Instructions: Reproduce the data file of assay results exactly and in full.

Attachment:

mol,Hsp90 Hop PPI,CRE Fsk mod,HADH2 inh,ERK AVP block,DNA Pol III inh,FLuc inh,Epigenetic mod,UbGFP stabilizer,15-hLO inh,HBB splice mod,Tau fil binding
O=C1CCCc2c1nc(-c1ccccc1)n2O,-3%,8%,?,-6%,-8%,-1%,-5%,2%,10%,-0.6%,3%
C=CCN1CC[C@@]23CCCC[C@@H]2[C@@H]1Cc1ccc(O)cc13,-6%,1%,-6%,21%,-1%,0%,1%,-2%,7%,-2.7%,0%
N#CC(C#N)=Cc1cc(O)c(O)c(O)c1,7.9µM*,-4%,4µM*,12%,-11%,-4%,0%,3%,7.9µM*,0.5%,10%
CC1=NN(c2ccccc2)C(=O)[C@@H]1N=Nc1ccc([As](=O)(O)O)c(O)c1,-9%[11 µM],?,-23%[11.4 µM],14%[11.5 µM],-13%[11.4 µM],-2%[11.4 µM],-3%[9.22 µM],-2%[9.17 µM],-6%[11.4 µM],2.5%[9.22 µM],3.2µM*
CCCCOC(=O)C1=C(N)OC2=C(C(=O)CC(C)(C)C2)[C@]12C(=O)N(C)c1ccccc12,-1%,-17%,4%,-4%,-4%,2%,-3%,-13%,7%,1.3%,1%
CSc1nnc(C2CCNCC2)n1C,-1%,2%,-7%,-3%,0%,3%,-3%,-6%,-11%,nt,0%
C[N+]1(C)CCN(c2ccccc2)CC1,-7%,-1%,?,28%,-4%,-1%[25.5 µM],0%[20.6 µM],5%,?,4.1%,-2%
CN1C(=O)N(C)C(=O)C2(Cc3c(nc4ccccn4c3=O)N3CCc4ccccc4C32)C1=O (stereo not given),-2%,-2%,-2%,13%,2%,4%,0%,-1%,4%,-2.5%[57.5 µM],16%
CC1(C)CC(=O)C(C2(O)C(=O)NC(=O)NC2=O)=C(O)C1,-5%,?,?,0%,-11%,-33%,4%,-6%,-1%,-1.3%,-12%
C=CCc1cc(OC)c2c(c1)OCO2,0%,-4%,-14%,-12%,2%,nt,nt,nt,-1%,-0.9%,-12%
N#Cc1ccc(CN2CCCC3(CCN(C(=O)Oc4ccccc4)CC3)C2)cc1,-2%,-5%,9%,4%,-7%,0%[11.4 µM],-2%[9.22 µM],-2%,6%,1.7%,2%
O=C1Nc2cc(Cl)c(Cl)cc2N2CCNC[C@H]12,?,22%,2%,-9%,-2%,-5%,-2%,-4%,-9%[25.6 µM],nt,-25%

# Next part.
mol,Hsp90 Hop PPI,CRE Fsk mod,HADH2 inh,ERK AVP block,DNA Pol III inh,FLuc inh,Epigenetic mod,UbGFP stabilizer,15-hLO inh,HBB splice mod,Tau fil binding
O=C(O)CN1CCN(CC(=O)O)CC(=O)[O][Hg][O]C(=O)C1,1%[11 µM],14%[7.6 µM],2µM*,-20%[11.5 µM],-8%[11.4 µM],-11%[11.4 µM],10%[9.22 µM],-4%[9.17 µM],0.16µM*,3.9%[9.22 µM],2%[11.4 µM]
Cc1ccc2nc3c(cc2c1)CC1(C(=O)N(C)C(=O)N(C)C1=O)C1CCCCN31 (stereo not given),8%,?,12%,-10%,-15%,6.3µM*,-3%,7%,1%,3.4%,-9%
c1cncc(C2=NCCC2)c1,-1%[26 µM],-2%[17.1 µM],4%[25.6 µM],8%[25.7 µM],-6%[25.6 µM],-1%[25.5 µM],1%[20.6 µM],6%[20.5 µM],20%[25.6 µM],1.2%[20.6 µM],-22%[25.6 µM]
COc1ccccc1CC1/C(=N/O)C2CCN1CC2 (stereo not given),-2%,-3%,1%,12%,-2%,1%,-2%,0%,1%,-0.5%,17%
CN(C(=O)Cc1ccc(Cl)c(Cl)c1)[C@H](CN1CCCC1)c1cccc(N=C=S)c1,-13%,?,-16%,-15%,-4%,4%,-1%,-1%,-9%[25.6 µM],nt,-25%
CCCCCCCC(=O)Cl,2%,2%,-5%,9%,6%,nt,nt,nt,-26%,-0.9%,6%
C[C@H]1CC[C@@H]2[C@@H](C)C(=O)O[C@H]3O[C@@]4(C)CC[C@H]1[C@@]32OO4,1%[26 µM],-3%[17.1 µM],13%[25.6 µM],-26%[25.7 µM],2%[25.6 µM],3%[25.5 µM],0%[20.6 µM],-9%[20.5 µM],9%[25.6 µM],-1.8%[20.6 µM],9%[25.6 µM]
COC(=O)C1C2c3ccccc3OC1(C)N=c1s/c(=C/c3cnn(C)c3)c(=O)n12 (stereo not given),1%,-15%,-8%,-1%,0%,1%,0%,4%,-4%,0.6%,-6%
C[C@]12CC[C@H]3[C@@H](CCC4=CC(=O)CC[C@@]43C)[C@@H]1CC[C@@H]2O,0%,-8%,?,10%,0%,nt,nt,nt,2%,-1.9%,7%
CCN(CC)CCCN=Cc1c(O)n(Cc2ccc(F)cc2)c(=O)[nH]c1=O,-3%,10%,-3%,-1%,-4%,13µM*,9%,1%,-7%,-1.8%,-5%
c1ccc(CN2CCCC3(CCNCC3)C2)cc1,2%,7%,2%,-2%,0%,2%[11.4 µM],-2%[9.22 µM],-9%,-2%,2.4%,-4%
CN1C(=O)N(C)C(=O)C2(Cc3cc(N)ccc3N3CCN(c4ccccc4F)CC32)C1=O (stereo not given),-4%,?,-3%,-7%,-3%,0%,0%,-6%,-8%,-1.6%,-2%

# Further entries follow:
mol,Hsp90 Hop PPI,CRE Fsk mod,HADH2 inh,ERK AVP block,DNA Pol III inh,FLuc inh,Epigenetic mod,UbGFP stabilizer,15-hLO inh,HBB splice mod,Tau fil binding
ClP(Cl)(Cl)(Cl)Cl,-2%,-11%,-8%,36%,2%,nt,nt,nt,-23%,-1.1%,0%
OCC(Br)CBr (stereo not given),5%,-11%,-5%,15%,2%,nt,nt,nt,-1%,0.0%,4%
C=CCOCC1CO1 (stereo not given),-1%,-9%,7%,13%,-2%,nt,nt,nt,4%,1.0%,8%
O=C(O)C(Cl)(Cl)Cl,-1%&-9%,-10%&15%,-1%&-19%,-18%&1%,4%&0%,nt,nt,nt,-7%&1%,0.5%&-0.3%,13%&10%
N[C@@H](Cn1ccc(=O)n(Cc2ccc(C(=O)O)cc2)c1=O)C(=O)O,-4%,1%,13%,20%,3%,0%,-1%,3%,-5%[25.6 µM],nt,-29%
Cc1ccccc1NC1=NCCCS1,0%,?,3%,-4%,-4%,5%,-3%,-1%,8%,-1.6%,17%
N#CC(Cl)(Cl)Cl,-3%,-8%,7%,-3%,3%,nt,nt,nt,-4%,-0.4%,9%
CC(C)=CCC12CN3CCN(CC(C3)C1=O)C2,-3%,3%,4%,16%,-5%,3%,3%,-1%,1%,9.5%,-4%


mol,Hsp90 Hop PPI,CRE Fsk mod,HADH2 inh,ERK AVP block,DNA Pol III inh,FLuc inh,Epigenetic mod,UbGFP stabilizer,15-hLO inh,HBB splice mod,Tau fil binding
O=C1CCCc2c1nc(-c1ccccc1)n2O,-3%,8%,?,-6%,-8%,-1%,-5%,2%,10%,-0.6%,3%
C=CCN1CC[C@@]23CCCC[C@@H]2[C@@H]1Cc1ccc(O)cc13,-6%,1%,-6%,21%,-1%,0%,1%,-2%,7%,-2.7%,0%
N#CC(C#N)=Cc1cc(O)c(O)c(O)c1,7.9µM*,-4%,4µM*,12%,-11%,-4%,0%,3%,7.9µM*,0.5%,10%
CC1=NN(c2ccccc2)C(=O)[C@@H]1N=Nc1ccc([As](=O)(O)O)c(O)c1,-9%[11 µM],?,-23%[11.4 µM],14%[11.5 µM],-13%[11.4 µM],-2%[11.4 µM],-3%[9.22 µM],-2%[9.17 µM],-6%[11.4 µM],2.5%[9.22 µM],3.2µM*
CCCCOC(=O)C1=C(N)OC2=C(C(=O)CC(C)(C)C2)[C@]12C(=O)N(C)c1ccccc12,-1%,-17%,4%,-4%,-4%,2%,-3%,-13%,7%,1.3%,1%
CSc1nnc(C2CCNCC2)n1C,-1%,2%,-7%,-3%,0%,3%,-3%,-6%,-11%,nt,0%
C[N+]1(C)CCN(c2ccccc2)CC1,-7%,-1%,?,28%,-4%,-1%[25.5 µM],0%[20.6 µM],5%,?,4.1%,-2%
CN1C(=O)N(C)C(=O)C2(Cc3c(nc4ccccn4c3=O)N3CCc4ccccc4C32)C1=O (stereo not given),-2%,-2%,-2%,13%,2%,4%,0%,-1%,4%,-2.5%[57.5 µM],16%
CC1(C)CC(=O)C(C2(O)C(=O)NC(=O)NC2=O)=C(O)C1,-5%,?,?,0%,-11%,-33%,4%,-6%,-1%,-1.3%,-12%
C=CCc1cc(OC)c2c(c1)OCO2,0%,-4%,-14%,-12%,2%,nt,nt,nt,-1%,-0.9%,-12%
N#Cc1ccc(CN2CCCC3(CCN(C(=O)Oc4ccccc4)CC3)C2)cc1,-2%,-5%,9%,4%,-7%,0%[11.4 µM],-2%[9.22 µM],-2%,6%,1.7%,2%
O=C1Nc2cc(Cl)c(Cl)cc2N2CCNC[C@H]12,?,22%,2%,-9%,-2%,-5%,-2%,-4%,-9%[25.6 µM],nt,-25%

# Next part.
mol,Hsp90 Hop PPI,CRE Fsk mod,HADH2 inh,ERK AVP block,DNA Pol III inh,FLuc inh,Epigenetic mod,UbGFP stabilizer,15-hLO inh,HBB splice mod,Tau fil binding
O=C(O)CN1CCN(CC(=O)O)CC(=O)[O][Hg][O]C(=O)C1,1%[11 µM],14%[7.6 µM],2µM*,-20%[11.5 µM],-8%[11.4 µM],-11%[11.4 µM],10%[9.22 µM],-4%[9.17 µM],0.16µM*,3.9%[9.22 µM],2%[11.4 µM]
Cc1ccc2nc3c(cc2c1)CC1(C(=O)N(C)C(=O)N(C)C1=O)C1CCCCN31 (stereo not given),8%,?,12%,-10%,-15%,6.3µM*,-3%,7%,1%,3.4%,-9%
c1cncc(C2=NCCC2)c1,-1%[26 µM],-2%[17.1 µM],4%[25.6 µM],8%[25.7 µM],-6%[25.6 µM],-1%[25.5 µM],1%[20.6 µM],6%[20.5 µM],20%[25.6 µM],1.2%[20.6 µM],-22%[25.6 µM]
COc1ccccc1CC1/C(=N/O)C2CCN1CC2 (stereo not given),-2%,-3%,1%,12%,-2%,1%,-2%,0%,1%,-0.5%,17%
CN(C(=O)Cc1ccc(Cl)c(Cl)c1)[C@H](CN1CCCC1)c1cccc(N=C=S)c1,-13%,?,-16%,-15%,-4%,4%,-1%,-1%,-9%[25.6 µM],nt,-25%
CCCCCCCC(=O)Cl,2%,2%,-5%,9%,6%,nt,nt,nt,-26%,-0.9%,6%
C[C@H]1CC[C@@H]2[C@@H](C)C(=O)O[C@H]3O[C@@]4(C)CC[C@H]1[C@@]32OO4,1%[26 µM],-3%[17.1 µM],13%[25.6 µM],-26%[25.7 µM],2%[25.6 µM],3%[25.5 µM],0%[20.6 µM],-9%[20.5 µM],9%[25.6 µM],-1.8%[20.6 µM],9%[25.6 µM]
COC(=O)C1C2c3ccccc3OC1(C)N=c1s/c(=C/c3cnn(C)c3)c(=O)n12 (stereo not given),1%,-15%,-8%,-1%,0%,1%,0%,4%,-4%,0.6%,-6%
C[C@]12CC[C@H]3[C@@H](CCC4=CC(=O)CC[C@@]43C)[C@@H]1CC[C@@H]2O,0%,-8%,?,10%,0%,nt,nt,nt,2%,-1.9%,7%
CCN(CC)CCCN=Cc1c(O)n(Cc2ccc(F)cc2)c(=O)[nH]c1=O,-3%,10%,-3%,-1%,-4%,13µM*,9%,1%,-7%,-1.8%,-5%
c1ccc(CN2CCCC3(CCNCC3)C2)cc1,2%,7%,2%,-2%,0%,2%[11.4 µM],-2%[9.22 µM],-9%,-2%,2.4%,-4%
CN1C(=O)N(C)C(=O)C2(Cc3cc(N)ccc3N3CCN(c4ccccc4F)CC32)C1=O (stereo not given),-4%,?,-3%,-7%,-3%,0%,0%,-6%,-8%,-1.6%,-2%

# Further entries follow:
mol,Hsp90 Hop PPI,CRE Fsk mod,HADH2 inh,ERK AVP block,DNA Pol III inh,FLuc inh,Epigenetic mod,UbGFP stabilizer,15-hLO inh,HBB splice mod,Tau fil binding
ClP(Cl)(Cl)(Cl)Cl,-2%,-11%,-8%,36%,2%,nt,nt,nt,-23%,-1.1%,0%
OCC(Br)CBr (stereo not given),5%,-11%,-5%,15%,2%,nt,nt,nt,-1%,0.0%,4%
C=CCOCC1CO1 (stereo not given),-1%,-9%,7%,13%,-2%,nt,nt,nt,4%,1.0%,8%
O=C(O)C(Cl)(Cl)Cl,-1%&-9%,-10%&15%,-1%&-19%,-18%&1%,4%&0%,nt,nt,nt,-7%&1%,0.5%&-0.3%,13%&10%
N[C@@H](Cn1ccc(=O)n(Cc2ccc(C(=O)O)cc2)c1=O)C(=O)O,-4%,1%,13%,20%,3%,0%,-1%,3%,-5%[25.6 µM],nt,-29%
Cc1ccccc1NC1=NCCCS1,0%,?,3%,-4%,-4%,5%,-3%,-1%,8%,-1.6%,17%
N#CC(Cl)(Cl)Cl,-3%,-8%,7%,-3%,3%,nt,nt,nt,-4%,-0.4%,9%
CC(C)=CCC12CN3CCN(CC(C3)C1=O)C2,-3%,3%,4%,16%,-5%,3%,3%,-1%,1%,9.5%,-4%